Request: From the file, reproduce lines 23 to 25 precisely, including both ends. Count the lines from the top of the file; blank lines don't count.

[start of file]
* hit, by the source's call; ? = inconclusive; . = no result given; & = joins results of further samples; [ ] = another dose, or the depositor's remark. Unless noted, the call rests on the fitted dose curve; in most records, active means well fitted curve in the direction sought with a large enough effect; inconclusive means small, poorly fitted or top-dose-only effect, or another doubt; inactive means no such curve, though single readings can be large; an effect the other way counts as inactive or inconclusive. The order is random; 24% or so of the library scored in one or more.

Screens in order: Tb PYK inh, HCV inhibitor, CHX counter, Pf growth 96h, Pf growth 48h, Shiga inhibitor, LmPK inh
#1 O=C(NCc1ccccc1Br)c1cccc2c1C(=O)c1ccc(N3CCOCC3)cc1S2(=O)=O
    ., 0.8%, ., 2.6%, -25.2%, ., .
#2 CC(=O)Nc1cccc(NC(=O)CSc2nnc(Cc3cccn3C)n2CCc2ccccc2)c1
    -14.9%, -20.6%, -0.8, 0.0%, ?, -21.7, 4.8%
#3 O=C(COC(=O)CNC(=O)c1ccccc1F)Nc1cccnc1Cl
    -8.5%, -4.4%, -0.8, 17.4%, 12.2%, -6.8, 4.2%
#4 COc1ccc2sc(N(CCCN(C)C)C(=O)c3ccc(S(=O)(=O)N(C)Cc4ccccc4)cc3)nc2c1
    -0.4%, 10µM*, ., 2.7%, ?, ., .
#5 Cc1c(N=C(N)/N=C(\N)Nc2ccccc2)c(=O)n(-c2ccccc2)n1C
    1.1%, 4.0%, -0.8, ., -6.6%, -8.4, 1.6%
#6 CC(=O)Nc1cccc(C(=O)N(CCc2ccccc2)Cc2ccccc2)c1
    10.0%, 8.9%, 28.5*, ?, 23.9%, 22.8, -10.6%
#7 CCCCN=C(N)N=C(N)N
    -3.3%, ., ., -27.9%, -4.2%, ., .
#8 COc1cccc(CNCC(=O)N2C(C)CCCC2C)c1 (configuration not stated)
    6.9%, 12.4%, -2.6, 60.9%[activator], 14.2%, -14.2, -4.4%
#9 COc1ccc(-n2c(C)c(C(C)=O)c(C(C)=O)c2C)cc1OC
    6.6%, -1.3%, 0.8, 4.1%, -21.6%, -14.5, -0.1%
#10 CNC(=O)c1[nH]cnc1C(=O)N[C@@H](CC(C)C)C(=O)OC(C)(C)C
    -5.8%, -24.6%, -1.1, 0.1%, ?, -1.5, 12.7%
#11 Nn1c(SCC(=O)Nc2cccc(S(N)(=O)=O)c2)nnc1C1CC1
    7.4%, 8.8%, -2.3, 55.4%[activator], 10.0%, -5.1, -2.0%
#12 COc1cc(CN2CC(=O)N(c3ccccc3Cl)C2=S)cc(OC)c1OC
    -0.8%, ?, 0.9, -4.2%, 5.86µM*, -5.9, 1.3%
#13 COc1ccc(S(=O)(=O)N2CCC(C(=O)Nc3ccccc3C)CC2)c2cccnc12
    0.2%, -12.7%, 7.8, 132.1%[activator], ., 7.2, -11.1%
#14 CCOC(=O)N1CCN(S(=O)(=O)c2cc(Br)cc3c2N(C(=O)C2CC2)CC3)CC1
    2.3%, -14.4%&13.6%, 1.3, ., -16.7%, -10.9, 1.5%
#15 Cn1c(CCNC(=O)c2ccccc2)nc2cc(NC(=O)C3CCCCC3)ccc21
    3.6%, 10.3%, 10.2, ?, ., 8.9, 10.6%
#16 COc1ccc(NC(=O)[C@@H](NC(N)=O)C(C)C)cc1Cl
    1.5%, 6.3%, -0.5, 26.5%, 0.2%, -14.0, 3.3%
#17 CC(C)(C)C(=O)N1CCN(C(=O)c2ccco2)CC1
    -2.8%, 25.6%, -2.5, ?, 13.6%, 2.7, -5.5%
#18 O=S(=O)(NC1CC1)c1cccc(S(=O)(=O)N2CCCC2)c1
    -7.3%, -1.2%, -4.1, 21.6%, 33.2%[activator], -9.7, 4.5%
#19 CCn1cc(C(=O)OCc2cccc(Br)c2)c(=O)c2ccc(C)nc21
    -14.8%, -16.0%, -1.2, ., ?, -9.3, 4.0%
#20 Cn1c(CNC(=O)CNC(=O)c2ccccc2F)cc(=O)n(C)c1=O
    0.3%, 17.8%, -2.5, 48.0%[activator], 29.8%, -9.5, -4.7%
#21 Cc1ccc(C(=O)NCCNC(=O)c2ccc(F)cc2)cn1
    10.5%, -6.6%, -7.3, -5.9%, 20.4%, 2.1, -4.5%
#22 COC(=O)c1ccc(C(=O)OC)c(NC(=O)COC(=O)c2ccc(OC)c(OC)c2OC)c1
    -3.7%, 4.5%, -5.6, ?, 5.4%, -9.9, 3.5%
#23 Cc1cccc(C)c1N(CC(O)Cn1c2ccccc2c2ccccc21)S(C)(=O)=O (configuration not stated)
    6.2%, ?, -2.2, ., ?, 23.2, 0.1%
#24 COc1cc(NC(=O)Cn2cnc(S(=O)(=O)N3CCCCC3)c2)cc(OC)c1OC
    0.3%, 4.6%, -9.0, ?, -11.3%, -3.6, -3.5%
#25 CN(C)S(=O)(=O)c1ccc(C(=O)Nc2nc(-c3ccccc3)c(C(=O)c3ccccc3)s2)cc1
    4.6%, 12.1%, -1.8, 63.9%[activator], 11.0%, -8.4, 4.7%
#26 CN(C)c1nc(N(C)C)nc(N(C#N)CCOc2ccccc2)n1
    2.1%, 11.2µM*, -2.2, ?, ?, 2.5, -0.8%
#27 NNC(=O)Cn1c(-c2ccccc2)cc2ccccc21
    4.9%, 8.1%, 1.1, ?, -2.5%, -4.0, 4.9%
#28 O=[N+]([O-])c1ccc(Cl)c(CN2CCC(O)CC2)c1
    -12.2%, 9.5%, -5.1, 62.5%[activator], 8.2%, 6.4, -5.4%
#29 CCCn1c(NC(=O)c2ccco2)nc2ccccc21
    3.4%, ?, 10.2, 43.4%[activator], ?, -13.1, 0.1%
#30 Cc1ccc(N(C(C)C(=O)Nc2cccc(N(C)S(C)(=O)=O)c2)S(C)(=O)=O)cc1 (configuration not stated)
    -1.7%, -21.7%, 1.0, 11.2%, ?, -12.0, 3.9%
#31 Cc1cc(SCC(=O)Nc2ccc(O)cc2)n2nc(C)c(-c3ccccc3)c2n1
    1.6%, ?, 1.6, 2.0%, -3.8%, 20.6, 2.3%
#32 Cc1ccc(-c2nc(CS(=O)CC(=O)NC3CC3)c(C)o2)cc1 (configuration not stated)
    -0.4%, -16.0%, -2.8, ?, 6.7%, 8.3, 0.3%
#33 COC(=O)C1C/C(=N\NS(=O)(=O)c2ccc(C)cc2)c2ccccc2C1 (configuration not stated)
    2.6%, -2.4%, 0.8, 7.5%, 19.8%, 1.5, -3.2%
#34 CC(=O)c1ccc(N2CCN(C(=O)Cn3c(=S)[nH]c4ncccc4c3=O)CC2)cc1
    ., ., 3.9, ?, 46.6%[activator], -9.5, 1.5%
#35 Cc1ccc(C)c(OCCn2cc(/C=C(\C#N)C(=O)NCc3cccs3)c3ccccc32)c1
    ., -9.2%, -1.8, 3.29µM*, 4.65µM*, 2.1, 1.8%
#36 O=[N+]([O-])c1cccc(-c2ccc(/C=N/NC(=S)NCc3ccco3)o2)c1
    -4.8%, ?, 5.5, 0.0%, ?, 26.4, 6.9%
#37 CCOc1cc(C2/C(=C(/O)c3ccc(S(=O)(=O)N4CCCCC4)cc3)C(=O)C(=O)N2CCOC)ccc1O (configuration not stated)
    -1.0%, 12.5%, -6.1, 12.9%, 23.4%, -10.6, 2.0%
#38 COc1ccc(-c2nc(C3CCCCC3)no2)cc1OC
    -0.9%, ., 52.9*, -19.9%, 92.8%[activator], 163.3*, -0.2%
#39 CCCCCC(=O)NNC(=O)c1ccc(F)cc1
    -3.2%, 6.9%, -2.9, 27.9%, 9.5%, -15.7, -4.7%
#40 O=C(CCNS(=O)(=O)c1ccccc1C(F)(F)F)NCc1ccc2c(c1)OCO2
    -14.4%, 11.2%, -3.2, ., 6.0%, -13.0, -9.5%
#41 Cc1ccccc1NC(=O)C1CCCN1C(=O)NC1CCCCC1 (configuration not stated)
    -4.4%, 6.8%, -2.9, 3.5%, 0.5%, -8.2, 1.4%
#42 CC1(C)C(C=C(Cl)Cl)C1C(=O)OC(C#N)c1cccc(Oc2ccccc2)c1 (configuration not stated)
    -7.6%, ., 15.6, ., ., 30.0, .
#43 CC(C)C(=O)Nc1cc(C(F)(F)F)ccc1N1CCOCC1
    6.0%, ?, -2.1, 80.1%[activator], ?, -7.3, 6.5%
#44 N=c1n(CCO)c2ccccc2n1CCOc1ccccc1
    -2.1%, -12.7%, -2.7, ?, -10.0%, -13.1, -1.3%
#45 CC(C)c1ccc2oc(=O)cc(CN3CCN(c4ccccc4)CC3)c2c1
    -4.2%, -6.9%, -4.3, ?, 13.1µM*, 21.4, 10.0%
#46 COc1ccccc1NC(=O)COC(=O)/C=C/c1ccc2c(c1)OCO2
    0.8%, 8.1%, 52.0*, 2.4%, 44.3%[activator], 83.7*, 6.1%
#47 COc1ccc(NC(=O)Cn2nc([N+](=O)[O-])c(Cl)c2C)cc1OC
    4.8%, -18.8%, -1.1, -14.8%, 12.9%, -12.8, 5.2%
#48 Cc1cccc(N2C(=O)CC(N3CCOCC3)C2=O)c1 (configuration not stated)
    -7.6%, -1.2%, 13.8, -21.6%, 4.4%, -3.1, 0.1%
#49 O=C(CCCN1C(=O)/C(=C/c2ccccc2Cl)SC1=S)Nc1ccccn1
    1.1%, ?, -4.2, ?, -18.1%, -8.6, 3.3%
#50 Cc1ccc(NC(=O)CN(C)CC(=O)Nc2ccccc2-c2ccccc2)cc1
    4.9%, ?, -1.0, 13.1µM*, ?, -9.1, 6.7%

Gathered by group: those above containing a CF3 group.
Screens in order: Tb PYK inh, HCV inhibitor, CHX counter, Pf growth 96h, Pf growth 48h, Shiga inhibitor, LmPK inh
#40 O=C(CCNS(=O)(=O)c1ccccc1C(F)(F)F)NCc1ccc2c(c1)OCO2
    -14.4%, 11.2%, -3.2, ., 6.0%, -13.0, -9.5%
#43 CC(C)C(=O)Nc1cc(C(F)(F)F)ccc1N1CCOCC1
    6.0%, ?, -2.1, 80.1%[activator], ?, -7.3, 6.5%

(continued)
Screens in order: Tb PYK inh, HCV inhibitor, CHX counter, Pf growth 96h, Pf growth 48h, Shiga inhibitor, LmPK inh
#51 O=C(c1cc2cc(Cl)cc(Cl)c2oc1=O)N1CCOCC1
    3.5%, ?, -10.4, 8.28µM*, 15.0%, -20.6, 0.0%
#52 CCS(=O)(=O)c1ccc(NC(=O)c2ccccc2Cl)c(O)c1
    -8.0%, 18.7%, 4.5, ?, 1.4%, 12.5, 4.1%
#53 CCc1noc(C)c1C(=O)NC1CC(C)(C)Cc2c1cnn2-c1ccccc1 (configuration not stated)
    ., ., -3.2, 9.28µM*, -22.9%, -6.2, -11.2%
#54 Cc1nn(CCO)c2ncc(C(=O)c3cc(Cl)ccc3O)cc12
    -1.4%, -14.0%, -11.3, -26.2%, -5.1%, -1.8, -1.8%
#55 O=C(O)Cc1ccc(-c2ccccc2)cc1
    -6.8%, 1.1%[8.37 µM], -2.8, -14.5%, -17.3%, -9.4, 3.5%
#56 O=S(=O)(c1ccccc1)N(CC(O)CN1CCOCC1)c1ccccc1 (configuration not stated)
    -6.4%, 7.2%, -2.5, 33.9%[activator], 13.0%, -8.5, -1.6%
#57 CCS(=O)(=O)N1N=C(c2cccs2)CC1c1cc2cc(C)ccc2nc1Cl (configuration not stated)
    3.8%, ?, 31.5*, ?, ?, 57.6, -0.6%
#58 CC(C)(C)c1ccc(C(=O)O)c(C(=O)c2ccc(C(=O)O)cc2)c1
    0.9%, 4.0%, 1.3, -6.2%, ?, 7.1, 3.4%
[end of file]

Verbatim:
#11 Nn1c(SCC(=O)Nc2cccc(S(N)(=O)=O)c2)nnc1C1CC1
    7.4%, 8.8%, -2.3, 55.4%[activator], 10.0%, -5.1, -2.0%
#12 COc1cc(CN2CC(=O)N(c3ccccc3Cl)C2=S)cc(OC)c1OC